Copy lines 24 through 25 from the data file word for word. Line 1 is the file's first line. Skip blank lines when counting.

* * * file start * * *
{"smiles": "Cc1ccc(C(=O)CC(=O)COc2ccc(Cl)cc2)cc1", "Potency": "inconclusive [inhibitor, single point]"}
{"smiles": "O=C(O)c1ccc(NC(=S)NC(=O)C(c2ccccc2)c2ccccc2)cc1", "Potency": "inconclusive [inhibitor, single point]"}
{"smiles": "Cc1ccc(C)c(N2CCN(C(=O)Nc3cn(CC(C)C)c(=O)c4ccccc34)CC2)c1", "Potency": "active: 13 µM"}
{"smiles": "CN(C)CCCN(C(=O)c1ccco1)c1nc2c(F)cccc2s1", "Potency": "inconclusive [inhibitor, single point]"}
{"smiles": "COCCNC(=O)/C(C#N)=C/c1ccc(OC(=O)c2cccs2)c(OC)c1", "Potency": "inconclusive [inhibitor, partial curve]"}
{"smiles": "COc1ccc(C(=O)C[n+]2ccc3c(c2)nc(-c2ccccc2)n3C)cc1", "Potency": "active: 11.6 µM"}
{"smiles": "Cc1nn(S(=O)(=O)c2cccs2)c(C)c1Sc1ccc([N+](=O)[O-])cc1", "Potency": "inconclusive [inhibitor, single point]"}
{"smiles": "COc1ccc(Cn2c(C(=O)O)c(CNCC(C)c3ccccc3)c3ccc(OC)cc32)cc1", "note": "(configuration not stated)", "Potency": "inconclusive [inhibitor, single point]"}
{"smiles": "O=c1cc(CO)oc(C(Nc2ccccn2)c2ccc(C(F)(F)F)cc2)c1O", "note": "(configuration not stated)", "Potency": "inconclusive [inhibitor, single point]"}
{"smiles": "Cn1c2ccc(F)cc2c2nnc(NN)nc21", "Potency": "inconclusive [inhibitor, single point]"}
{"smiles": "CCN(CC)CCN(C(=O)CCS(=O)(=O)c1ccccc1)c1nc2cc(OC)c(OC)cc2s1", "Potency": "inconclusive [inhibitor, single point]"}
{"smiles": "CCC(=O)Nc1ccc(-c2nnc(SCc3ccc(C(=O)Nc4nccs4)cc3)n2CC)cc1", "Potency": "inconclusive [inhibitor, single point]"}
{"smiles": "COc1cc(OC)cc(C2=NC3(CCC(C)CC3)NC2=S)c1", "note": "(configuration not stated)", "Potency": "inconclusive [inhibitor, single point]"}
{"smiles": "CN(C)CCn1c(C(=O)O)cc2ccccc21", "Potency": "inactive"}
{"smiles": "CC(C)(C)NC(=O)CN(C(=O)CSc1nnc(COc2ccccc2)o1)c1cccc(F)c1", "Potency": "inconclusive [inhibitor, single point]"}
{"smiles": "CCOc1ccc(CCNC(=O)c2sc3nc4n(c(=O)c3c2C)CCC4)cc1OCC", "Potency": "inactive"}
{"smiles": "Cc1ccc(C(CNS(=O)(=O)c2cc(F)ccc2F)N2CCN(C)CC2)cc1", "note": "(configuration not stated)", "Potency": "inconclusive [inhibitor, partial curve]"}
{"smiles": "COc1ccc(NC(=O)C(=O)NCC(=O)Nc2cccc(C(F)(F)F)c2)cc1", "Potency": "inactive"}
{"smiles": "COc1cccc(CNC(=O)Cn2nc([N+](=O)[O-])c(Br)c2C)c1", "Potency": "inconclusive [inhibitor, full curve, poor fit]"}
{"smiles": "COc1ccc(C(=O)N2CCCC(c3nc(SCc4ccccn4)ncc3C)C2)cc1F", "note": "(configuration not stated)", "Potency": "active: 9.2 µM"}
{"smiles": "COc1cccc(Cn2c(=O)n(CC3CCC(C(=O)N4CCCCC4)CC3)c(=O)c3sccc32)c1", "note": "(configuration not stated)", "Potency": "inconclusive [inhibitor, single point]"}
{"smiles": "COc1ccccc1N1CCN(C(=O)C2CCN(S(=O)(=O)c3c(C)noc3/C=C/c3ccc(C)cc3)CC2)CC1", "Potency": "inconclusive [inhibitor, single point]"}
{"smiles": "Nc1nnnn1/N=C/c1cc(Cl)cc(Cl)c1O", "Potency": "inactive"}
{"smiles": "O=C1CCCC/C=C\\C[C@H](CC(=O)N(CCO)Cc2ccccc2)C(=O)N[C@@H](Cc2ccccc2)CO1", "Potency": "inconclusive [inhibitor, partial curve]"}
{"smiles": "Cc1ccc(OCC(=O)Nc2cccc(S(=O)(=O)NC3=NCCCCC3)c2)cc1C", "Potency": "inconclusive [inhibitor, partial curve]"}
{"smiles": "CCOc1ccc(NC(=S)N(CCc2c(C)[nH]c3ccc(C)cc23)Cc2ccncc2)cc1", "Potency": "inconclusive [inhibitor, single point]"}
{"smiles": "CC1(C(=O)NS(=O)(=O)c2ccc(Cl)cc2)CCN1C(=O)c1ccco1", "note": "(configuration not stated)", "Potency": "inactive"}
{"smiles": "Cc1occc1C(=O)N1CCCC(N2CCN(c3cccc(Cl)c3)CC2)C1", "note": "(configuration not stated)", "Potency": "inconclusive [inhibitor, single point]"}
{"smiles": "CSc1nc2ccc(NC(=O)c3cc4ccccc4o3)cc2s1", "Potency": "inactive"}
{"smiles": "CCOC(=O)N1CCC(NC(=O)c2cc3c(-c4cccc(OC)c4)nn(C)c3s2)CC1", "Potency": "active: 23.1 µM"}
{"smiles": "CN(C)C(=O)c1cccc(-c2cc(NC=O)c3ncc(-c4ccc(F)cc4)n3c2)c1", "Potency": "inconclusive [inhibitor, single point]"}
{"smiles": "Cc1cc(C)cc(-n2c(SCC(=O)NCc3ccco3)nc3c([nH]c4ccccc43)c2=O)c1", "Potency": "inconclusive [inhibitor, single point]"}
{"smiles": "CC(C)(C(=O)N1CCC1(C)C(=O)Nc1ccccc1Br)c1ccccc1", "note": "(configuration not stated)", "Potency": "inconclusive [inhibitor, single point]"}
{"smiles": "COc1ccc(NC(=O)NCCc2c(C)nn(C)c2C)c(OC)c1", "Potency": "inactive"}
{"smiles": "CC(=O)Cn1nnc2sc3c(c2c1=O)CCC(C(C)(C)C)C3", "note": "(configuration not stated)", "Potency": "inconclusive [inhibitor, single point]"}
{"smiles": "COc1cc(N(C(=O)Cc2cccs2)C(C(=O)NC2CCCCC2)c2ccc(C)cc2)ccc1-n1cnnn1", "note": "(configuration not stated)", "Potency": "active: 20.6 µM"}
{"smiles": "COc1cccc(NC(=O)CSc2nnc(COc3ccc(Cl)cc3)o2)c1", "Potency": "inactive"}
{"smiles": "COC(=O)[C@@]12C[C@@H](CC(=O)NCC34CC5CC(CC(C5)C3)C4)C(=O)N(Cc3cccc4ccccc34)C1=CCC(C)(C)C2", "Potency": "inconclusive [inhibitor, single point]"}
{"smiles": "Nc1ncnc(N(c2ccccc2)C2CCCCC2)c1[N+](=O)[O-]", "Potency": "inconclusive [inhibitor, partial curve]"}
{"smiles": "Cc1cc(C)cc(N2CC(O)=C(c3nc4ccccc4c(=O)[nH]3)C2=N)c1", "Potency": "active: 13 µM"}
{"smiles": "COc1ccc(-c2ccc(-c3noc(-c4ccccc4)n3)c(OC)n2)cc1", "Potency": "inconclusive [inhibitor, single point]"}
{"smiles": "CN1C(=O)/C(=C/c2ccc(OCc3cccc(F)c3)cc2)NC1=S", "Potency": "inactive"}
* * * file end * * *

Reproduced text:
{"smiles": "O=C1CCCC/C=C\\C[C@H](CC(=O)N(CCO)Cc2ccccc2)C(=O)N[C@@H](Cc2ccccc2)CO1", "Potency": "inconclusive [inhibitor, partial curve]"}
{"smiles": "Cc1ccc(OCC(=O)Nc2cccc(S(=O)(=O)NC3=NCCCCC3)c2)cc1C", "Potency": "inconclusive [inhibitor, partial curve]"}